Avon High School could be designated as an American Red Cross regional emergency shelter when needed during major disasters, if a proposal under discussion is approved.
At a meeting last week, Town Council members asked Town Manager Brandon Robertson for more information, particularly about the plan's implications for residents.
“We had an opportunity to have a dry run with what we experienced most recently," said Robertson, referring to Hurricane Sandy, which peaked in Avon on the eve of the October snowstorm anniversary on Oct. 29. “It was really quite well done. We can sort of cobble something together for a shelter, but this is what the Red Cross does."
The Red Cross wants to concentrate its resources in a "high-impact geographical region," Robertson told the council.
One of the benefits of Avon entering into a regional shelter agreement with the Red Cross is that the organization would likely cover the bulk of the cost, according to Robertson.
“When they open a regional shelter, they pay for it. They cover the cost," Robertson said. “We’re very optimistic about it. … There is potential there may be some services that are not covered by the Red Cross...."
Councilwoman Pamela Samul (R) asked how things went with the shelter in the high school cafeteria when the Red Cross was there helping during Hurricane Sandy.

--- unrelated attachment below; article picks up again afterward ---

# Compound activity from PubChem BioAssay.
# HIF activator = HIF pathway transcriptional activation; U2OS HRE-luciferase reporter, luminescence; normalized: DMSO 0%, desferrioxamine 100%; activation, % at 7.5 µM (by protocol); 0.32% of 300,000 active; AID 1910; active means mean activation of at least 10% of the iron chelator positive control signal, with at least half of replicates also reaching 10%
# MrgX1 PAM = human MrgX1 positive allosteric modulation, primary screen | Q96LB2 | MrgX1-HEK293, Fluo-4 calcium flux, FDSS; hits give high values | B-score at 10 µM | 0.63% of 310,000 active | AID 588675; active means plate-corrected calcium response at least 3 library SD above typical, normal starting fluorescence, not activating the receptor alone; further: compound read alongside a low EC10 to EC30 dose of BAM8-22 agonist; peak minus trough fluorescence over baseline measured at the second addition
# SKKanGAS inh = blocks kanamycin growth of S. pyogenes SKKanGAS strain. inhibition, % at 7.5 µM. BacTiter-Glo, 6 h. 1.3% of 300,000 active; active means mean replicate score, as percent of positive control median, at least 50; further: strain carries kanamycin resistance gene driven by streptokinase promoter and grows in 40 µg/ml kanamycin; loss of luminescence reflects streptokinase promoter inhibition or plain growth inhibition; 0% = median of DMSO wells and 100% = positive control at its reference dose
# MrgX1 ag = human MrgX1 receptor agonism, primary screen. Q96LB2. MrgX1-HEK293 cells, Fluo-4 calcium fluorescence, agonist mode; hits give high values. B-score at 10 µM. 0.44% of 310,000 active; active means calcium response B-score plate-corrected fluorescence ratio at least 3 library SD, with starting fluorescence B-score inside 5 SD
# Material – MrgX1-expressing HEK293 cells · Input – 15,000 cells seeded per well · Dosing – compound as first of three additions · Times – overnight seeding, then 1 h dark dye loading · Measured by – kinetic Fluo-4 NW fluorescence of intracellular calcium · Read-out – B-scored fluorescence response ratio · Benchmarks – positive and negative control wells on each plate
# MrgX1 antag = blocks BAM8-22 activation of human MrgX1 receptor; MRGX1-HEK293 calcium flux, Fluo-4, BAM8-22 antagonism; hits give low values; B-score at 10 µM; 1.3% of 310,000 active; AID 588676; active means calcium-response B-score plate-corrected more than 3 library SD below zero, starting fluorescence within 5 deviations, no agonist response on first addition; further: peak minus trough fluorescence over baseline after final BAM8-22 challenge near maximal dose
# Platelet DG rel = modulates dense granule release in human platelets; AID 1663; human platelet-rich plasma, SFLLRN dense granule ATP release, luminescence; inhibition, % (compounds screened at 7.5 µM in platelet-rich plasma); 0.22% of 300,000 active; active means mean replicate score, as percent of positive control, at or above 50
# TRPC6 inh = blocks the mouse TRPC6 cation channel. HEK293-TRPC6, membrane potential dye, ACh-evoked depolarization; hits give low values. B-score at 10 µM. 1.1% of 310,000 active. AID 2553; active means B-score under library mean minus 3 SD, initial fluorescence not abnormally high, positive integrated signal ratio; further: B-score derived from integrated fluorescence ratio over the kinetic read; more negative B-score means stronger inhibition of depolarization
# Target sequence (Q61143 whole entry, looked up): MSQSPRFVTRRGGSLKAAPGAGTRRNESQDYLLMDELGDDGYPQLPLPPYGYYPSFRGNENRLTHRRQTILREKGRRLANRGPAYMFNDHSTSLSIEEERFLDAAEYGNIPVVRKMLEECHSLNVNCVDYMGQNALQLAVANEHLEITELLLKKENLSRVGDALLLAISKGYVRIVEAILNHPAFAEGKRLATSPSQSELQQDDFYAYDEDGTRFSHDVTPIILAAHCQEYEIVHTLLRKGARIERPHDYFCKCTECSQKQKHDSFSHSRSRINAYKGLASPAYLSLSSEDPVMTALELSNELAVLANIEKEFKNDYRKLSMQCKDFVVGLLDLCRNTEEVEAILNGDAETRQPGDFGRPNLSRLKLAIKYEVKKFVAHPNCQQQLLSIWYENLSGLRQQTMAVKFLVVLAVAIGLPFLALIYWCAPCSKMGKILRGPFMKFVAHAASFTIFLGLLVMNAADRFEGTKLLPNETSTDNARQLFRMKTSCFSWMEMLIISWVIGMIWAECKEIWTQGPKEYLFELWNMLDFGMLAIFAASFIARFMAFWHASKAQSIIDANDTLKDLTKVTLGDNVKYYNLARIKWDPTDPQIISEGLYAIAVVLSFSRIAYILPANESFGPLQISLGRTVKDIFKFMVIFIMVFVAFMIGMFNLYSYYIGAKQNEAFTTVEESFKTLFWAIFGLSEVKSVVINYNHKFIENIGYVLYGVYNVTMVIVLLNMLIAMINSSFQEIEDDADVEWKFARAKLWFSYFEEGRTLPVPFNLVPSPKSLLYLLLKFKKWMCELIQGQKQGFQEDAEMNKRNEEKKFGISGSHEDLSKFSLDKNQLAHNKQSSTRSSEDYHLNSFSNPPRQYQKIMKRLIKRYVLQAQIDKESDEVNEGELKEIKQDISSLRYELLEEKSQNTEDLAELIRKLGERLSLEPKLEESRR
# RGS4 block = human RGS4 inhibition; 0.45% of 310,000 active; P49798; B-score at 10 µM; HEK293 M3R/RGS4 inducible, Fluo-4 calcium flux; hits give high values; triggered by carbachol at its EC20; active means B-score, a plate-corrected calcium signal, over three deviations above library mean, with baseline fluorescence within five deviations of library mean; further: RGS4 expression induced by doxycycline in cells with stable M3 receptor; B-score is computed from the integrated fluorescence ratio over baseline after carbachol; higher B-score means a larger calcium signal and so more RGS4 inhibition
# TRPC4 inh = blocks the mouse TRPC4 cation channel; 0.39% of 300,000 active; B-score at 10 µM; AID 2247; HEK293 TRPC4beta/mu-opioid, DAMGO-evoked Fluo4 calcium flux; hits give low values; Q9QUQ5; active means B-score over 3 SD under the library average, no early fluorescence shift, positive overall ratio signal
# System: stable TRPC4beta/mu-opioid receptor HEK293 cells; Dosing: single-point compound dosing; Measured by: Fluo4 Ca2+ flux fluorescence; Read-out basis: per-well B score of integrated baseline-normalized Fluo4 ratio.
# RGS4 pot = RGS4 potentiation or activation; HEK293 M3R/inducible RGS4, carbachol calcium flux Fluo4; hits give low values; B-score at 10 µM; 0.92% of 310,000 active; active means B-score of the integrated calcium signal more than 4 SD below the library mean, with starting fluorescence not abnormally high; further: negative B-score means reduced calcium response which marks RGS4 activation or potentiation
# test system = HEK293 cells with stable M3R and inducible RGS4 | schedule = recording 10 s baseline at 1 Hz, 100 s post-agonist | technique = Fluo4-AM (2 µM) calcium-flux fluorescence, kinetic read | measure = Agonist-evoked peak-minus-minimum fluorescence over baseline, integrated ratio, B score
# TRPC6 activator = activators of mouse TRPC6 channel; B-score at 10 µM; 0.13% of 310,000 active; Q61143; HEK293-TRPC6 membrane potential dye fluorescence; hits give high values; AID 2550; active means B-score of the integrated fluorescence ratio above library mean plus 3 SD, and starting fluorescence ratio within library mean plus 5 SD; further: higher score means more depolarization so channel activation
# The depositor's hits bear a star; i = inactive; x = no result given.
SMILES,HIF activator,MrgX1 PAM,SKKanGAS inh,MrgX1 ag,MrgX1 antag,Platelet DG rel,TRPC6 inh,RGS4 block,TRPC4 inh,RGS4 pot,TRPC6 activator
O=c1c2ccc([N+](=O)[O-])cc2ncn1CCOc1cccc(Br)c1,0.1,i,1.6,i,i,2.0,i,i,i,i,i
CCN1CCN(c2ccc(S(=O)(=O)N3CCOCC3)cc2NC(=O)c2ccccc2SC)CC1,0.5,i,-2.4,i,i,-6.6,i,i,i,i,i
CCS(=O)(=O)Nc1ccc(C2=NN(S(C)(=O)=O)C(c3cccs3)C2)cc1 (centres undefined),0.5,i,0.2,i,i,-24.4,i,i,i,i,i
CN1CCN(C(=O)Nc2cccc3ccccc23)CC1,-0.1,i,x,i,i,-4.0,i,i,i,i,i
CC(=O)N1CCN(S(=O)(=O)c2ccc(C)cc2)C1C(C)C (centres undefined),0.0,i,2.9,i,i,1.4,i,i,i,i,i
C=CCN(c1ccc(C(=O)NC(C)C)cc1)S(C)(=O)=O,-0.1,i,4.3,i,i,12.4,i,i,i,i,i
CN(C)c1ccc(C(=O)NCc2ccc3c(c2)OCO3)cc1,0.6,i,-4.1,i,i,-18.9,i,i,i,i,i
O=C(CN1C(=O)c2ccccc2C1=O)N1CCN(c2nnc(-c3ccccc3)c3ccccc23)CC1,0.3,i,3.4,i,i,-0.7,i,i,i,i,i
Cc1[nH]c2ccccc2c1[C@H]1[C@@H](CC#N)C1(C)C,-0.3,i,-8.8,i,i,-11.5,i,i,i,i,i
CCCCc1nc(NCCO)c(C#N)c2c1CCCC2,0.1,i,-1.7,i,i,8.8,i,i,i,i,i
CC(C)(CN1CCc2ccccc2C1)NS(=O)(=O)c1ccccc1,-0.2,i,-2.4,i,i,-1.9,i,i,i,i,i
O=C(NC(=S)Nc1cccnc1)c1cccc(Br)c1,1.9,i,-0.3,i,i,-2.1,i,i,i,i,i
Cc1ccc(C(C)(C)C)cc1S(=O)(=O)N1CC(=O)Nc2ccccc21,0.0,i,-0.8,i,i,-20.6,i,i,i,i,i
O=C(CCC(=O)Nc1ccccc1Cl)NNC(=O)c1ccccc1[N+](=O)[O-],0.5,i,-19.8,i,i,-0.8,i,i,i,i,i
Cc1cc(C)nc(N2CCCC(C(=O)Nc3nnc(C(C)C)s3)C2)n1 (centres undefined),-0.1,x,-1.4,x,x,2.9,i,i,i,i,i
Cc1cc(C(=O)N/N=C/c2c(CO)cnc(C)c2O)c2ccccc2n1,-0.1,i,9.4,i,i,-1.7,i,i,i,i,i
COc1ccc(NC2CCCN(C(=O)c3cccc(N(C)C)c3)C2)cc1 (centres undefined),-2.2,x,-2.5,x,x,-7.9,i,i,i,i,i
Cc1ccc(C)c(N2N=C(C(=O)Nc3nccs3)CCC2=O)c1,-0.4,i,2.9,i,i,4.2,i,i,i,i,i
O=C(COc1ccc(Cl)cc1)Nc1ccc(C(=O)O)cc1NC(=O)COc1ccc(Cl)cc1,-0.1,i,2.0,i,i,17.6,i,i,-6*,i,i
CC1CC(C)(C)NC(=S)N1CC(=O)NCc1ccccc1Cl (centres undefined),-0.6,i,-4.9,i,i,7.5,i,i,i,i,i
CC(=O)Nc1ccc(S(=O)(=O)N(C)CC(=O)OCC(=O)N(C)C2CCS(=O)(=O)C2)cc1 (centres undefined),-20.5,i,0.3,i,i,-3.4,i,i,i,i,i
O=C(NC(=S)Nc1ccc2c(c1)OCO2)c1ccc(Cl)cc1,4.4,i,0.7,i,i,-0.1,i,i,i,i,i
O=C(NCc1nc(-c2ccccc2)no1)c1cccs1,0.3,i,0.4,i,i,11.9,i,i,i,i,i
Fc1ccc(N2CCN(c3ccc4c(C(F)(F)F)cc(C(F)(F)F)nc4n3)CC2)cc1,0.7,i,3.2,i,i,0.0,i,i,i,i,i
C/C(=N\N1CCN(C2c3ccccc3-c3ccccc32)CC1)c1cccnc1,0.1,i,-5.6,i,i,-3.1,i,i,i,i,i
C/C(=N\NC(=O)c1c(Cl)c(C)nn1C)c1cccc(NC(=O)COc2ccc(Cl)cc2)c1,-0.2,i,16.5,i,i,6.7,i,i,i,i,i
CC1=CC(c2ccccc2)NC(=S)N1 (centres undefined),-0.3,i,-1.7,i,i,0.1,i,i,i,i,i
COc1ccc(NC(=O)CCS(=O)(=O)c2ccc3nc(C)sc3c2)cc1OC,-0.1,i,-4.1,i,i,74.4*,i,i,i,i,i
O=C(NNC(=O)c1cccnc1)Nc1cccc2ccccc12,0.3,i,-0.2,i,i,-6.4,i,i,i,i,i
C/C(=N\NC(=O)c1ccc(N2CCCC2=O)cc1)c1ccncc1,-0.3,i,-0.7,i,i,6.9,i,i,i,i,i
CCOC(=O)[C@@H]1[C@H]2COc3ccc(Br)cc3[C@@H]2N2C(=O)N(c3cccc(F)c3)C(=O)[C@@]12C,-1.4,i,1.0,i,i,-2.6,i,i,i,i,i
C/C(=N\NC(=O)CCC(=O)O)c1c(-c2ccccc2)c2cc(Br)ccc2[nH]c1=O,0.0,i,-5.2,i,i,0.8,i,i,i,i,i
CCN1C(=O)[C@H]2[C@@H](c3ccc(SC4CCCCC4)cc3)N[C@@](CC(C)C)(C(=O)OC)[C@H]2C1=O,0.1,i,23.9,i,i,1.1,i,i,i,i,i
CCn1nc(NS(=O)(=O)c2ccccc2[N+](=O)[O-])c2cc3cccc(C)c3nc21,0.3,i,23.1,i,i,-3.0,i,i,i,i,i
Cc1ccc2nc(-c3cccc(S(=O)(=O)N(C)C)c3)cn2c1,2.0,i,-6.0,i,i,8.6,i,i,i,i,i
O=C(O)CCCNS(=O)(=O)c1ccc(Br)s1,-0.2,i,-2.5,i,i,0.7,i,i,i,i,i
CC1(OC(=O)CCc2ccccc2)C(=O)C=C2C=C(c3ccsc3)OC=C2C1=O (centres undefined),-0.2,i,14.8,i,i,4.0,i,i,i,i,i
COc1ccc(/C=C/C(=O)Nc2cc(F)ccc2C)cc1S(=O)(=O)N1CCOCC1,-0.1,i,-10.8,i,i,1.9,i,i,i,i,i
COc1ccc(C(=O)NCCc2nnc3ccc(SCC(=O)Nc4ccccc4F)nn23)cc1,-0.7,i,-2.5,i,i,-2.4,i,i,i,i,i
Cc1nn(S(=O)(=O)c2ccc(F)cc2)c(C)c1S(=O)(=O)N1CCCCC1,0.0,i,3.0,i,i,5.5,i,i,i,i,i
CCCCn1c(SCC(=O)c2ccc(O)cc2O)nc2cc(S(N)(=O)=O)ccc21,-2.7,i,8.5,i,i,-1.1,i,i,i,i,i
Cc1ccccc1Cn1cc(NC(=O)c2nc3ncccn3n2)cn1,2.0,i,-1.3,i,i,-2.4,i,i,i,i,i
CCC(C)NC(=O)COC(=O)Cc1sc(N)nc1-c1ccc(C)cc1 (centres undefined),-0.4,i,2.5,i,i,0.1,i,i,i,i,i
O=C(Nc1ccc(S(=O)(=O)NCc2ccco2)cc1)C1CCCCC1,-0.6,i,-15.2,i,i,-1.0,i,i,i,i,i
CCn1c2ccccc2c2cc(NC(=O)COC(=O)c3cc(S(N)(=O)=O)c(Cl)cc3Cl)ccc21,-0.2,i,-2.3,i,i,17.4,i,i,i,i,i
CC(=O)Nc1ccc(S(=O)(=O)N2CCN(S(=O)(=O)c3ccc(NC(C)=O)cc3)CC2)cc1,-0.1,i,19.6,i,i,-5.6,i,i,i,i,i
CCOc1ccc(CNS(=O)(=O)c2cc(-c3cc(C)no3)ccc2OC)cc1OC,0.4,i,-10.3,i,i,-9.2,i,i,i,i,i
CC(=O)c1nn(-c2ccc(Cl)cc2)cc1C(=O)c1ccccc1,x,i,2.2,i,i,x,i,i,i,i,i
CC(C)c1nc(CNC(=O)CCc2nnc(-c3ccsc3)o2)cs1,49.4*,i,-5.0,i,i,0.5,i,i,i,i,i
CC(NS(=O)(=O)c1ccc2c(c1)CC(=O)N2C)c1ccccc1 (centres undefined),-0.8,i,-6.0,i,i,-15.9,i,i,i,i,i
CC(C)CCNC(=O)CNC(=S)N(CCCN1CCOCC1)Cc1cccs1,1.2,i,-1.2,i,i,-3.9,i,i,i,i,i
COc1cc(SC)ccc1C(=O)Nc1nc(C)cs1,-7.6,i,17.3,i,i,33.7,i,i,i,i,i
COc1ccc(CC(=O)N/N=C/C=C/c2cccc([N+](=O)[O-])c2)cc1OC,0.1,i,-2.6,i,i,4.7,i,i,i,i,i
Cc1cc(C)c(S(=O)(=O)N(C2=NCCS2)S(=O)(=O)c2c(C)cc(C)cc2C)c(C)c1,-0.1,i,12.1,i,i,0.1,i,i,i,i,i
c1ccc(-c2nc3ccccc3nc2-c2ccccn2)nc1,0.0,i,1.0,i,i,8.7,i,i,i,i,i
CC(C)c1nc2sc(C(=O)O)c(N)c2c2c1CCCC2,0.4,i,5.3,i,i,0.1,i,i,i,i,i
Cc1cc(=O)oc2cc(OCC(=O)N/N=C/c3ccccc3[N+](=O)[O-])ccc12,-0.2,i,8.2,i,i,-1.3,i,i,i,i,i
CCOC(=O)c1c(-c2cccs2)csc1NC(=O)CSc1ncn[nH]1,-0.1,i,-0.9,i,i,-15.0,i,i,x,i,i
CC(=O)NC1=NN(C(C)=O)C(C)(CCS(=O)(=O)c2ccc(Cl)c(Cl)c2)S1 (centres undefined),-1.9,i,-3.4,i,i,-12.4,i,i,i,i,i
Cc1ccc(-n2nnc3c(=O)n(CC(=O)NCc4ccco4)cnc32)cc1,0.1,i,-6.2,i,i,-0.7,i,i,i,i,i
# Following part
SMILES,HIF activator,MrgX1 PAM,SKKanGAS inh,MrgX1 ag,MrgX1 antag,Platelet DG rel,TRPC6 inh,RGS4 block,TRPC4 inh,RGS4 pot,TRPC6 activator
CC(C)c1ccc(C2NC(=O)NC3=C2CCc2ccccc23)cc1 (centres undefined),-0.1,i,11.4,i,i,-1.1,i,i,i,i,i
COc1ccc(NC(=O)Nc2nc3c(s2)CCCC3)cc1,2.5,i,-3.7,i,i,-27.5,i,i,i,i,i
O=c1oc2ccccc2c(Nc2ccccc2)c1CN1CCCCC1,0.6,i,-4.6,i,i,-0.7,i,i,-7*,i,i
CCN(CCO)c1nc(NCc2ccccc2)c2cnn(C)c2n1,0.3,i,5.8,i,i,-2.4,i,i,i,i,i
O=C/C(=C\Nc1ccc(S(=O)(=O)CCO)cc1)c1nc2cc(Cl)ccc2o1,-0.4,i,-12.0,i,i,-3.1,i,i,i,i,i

Robertson admitted there were some issues.
He said that if the regional agreement were in place, there would be a meeting in advance to plan, "but we did it on the fly this time."
Robertson and Councilman David Peña (D) acknowledged complaints about a lack of hot water in the showers at the high school during Sandy. Some questions raised were who would fund any possible repairs to ensure hot water and what requirements would come with having a regional shelter.
“I’m not aware of anything that they require that we don’t have in place," Robertson said.
A regional shelter would be open to people from the Farmington Valley and other towns in addition to Avon. Robertson said that the town does not want to run into a situation where area municipalities don't open their own shelters because Avon's is regional.
“The Red Cross has a policy. They won’t turn people away," Robertson said. “You lose some control because, again, anyone can be there. … Last year we had a lot of people who weren’t Avon residents or residents of Connecticut for that matter (using the shelter).”
So it could mean Avon residents would have to go elsewhere if the shelter reached capacity.
“I can’t see turning away Avon residents when they’re paying the tax dollars here," Councilman Christopher May (R) said.
Robertson is going to gather more information and said he will keep the council updated before a formal agreement is made. He also plans on talking to area towns about the plan.